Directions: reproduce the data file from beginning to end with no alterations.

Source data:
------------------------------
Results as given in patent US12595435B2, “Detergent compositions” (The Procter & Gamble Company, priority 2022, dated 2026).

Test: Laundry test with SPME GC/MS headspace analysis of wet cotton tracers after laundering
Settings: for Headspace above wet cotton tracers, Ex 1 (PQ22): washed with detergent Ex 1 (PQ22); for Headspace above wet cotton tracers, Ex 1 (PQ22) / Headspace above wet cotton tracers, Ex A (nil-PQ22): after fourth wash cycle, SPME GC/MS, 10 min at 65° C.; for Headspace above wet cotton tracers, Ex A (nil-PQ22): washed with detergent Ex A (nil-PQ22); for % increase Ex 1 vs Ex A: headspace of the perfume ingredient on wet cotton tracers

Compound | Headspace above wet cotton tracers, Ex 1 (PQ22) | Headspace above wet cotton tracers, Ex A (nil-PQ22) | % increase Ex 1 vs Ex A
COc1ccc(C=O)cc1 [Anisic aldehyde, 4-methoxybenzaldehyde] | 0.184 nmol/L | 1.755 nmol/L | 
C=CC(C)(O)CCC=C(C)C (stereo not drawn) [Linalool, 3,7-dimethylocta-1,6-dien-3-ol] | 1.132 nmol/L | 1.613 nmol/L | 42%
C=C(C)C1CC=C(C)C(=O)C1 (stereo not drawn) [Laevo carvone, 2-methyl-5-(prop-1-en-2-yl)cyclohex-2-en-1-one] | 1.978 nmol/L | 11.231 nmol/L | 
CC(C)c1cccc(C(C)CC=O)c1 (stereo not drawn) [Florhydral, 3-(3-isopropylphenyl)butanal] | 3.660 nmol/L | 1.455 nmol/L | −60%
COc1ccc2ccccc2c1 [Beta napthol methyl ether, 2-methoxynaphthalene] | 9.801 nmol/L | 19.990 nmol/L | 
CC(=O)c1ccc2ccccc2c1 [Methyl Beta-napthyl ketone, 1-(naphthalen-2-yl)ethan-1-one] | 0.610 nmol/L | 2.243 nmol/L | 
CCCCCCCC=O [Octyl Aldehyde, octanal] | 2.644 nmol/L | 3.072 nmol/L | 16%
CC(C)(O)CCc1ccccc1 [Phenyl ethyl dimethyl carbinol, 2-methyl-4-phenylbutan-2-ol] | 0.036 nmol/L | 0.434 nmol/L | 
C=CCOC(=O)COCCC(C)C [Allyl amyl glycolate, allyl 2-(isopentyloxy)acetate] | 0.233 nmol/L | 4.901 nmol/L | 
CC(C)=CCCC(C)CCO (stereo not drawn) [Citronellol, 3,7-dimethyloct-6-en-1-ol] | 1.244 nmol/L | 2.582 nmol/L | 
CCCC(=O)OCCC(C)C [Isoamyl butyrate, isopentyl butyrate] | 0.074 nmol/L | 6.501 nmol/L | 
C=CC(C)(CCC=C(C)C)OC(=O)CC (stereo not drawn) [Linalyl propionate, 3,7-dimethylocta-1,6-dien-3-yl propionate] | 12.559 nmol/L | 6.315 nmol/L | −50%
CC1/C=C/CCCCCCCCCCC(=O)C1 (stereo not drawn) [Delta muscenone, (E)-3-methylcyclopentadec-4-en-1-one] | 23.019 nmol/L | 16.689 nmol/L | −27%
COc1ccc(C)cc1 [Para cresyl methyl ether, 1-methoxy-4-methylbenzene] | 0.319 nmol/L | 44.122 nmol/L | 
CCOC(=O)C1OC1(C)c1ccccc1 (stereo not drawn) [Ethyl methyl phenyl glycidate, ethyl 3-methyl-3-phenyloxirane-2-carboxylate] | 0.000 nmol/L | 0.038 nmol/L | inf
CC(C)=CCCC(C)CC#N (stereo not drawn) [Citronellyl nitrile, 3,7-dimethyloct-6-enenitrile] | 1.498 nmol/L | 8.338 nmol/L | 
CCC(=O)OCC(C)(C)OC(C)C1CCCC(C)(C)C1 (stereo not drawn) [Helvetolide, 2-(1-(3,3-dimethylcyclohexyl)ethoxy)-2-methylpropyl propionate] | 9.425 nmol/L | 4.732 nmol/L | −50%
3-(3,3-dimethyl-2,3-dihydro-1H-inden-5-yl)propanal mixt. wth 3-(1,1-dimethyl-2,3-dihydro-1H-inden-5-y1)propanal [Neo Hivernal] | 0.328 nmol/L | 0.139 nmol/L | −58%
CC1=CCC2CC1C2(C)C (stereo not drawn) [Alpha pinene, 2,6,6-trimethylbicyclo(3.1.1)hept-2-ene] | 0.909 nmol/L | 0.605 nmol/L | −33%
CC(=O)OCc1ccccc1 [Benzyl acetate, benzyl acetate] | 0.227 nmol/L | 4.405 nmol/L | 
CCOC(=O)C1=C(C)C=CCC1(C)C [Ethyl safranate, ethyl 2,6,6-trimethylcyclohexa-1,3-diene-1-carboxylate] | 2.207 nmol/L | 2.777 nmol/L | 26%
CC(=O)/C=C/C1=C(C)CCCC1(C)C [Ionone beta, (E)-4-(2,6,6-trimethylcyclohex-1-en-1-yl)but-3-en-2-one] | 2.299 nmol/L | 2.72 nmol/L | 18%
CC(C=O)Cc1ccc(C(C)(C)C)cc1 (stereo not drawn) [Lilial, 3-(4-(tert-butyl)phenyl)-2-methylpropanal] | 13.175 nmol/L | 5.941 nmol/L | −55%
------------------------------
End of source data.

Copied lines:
Results as given in patent US12595435B2, “Detergent compositions” (The Procter & Gamble Company, priority 2022, dated 2026).

Test: Laundry test with SPME GC/MS headspace analysis of wet cotton tracers after laundering
Settings: for Headspace above wet cotton tracers, Ex 1 (PQ22): washed with detergent Ex 1 (PQ22); for Headspace above wet cotton tracers, Ex 1 (PQ22) / Headspace above wet cotton tracers, Ex A (nil-PQ22): after fourth wash cycle, SPME GC/MS, 10 min at 65° C.; for Headspace above wet cotton tracers, Ex A (nil-PQ22): washed with detergent Ex A (nil-PQ22); for % increase Ex 1 vs Ex A: headspace of the perfume ingredient on wet cotton tracers

Compound | Headspace above wet cotton tracers, Ex 1 (PQ22) | Headspace above wet cotton tracers, Ex A (nil-PQ22) | % increase Ex 1 vs Ex A
COc1ccc(C=O)cc1 [Anisic aldehyde, 4-methoxybenzaldehyde] | 0.184 nmol/L | 1.755 nmol/L | 
C=CC(C)(O)CCC=C(C)C (stereo not drawn) [Linalool, 3,7-dimethylocta-1,6-dien-3-ol] | 1.132 nmol/L | 1.613 nmol/L | 42%
C=C(C)C1CC=C(C)C(=O)C1 (stereo not drawn) [Laevo carvone, 2-methyl-5-(prop-1-en-2-yl)cyclohex-2-en-1-one] | 1.978 nmol/L | 11.231 nmol/L | 
CC(C)c1cccc(C(C)CC=O)c1 (stereo not drawn) [Florhydral, 3-(3-isopropylphenyl)butanal] | 3.660 nmol/L | 1.455 nmol/L | −60%
COc1ccc2ccccc2c1 [Beta napthol methyl ether, 2-methoxynaphthalene] | 9.801 nmol/L | 19.990 nmol/L | 
CC(=O)c1ccc2ccccc2c1 [Methyl Beta-napthyl ketone, 1-(naphthalen-2-yl)ethan-1-one] | 0.610 nmol/L | 2.243 nmol/L | 
CCCCCCCC=O [Octyl Aldehyde, octanal] | 2.644 nmol/L | 3.072 nmol/L | 16%
CC(C)(O)CCc1ccccc1 [Phenyl ethyl dimethyl carbinol, 2-methyl-4-phenylbutan-2-ol] | 0.036 nmol/L | 0.434 nmol/L | 
C=CCOC(=O)COCCC(C)C [Allyl amyl glycolate, allyl 2-(isopentyloxy)acetate] | 0.233 nmol/L | 4.901 nmol/L | 
CC(C)=CCCC(C)CCO (stereo not drawn) [Citronellol, 3,7-dimethyloct-6-en-1-ol] | 1.244 nmol/L | 2.582 nmol/L | 
CCCC(=O)OCCC(C)C [Isoamyl butyrate, isopentyl butyrate] | 0.074 nmol/L | 6.501 nmol/L | 
C=CC(C)(CCC=C(C)C)OC(=O)CC (stereo not drawn) [Linalyl propionate, 3,7-dimethylocta-1,6-dien-3-yl propionate] | 12.559 nmol/L | 6.315 nmol/L | −50%
CC1/C=C/CCCCCCCCCCC(=O)C1 (stereo not drawn) [Delta muscenone, (E)-3-methylcyclopentadec-4-en-1-one] | 23.019 nmol/L | 16.689 nmol/L | −27%
COc1ccc(C)cc1 [Para cresyl methyl ether, 1-methoxy-4-methylbenzene] | 0.319 nmol/L | 44.122 nmol/L | 
CCOC(=O)C1OC1(C)c1ccccc1 (stereo not drawn) [Ethyl methyl phenyl glycidate, ethyl 3-methyl-3-phenyloxirane-2-carboxylate] | 0.000 nmol/L | 0.038 nmol/L | inf
CC(C)=CCCC(C)CC#N (stereo not drawn) [Citronellyl nitrile, 3,7-dimethyloct-6-enenitrile] | 1.498 nmol/L | 8.338 nmol/L | 
CCC(=O)OCC(C)(C)OC(C)C1CCCC(C)(C)C1 (stereo not drawn) [Helvetolide, 2-(1-(3,3-dimethylcyclohexyl)ethoxy)-2-methylpropyl propionate] | 9.425 nmol/L | 4.732 nmol/L | −50%
3-(3,3-dimethyl-2,3-dihydro-1H-inden-5-yl)propanal mixt. wth 3-(1,1-dimethyl-2,3-dihydro-1H-inden-5-y1)propanal [Neo Hivernal] | 0.328 nmol/L | 0.139 nmol/L | −58%
CC1=CCC2CC1C2(C)C (stereo not drawn) [Alpha pinene, 2,6,6-trimethylbicyclo(3.1.1)hept-2-ene] | 0.909 nmol/L | 0.605 nmol/L | −33%
CC(=O)OCc1ccccc1 [Benzyl acetate, benzyl acetate] | 0.227 nmol/L | 4.405 nmol/L | 
CCOC(=O)C1=C(C)C=CCC1(C)C [Ethyl safranate, ethyl 2,6,6-trimethylcyclohexa-1,3-diene-1-carboxylate] | 2.207 nmol/L | 2.777 nmol/L | 26%
CC(=O)/C=C/C1=C(C)CCCC1(C)C [Ionone beta, (E)-4-(2,6,6-trimethylcyclohex-1-en-1-yl)but-3-en-2-one] | 2.299 nmol/L | 2.72 nmol/L | 18%
CC(C=O)Cc1ccc(C(C)(C)C)cc1 (stereo not drawn) [Lilial, 3-(4-(tert-butyl)phenyl)-2-methylpropanal] | 13.175 nmol/L | 5.941 nmol/L | −55%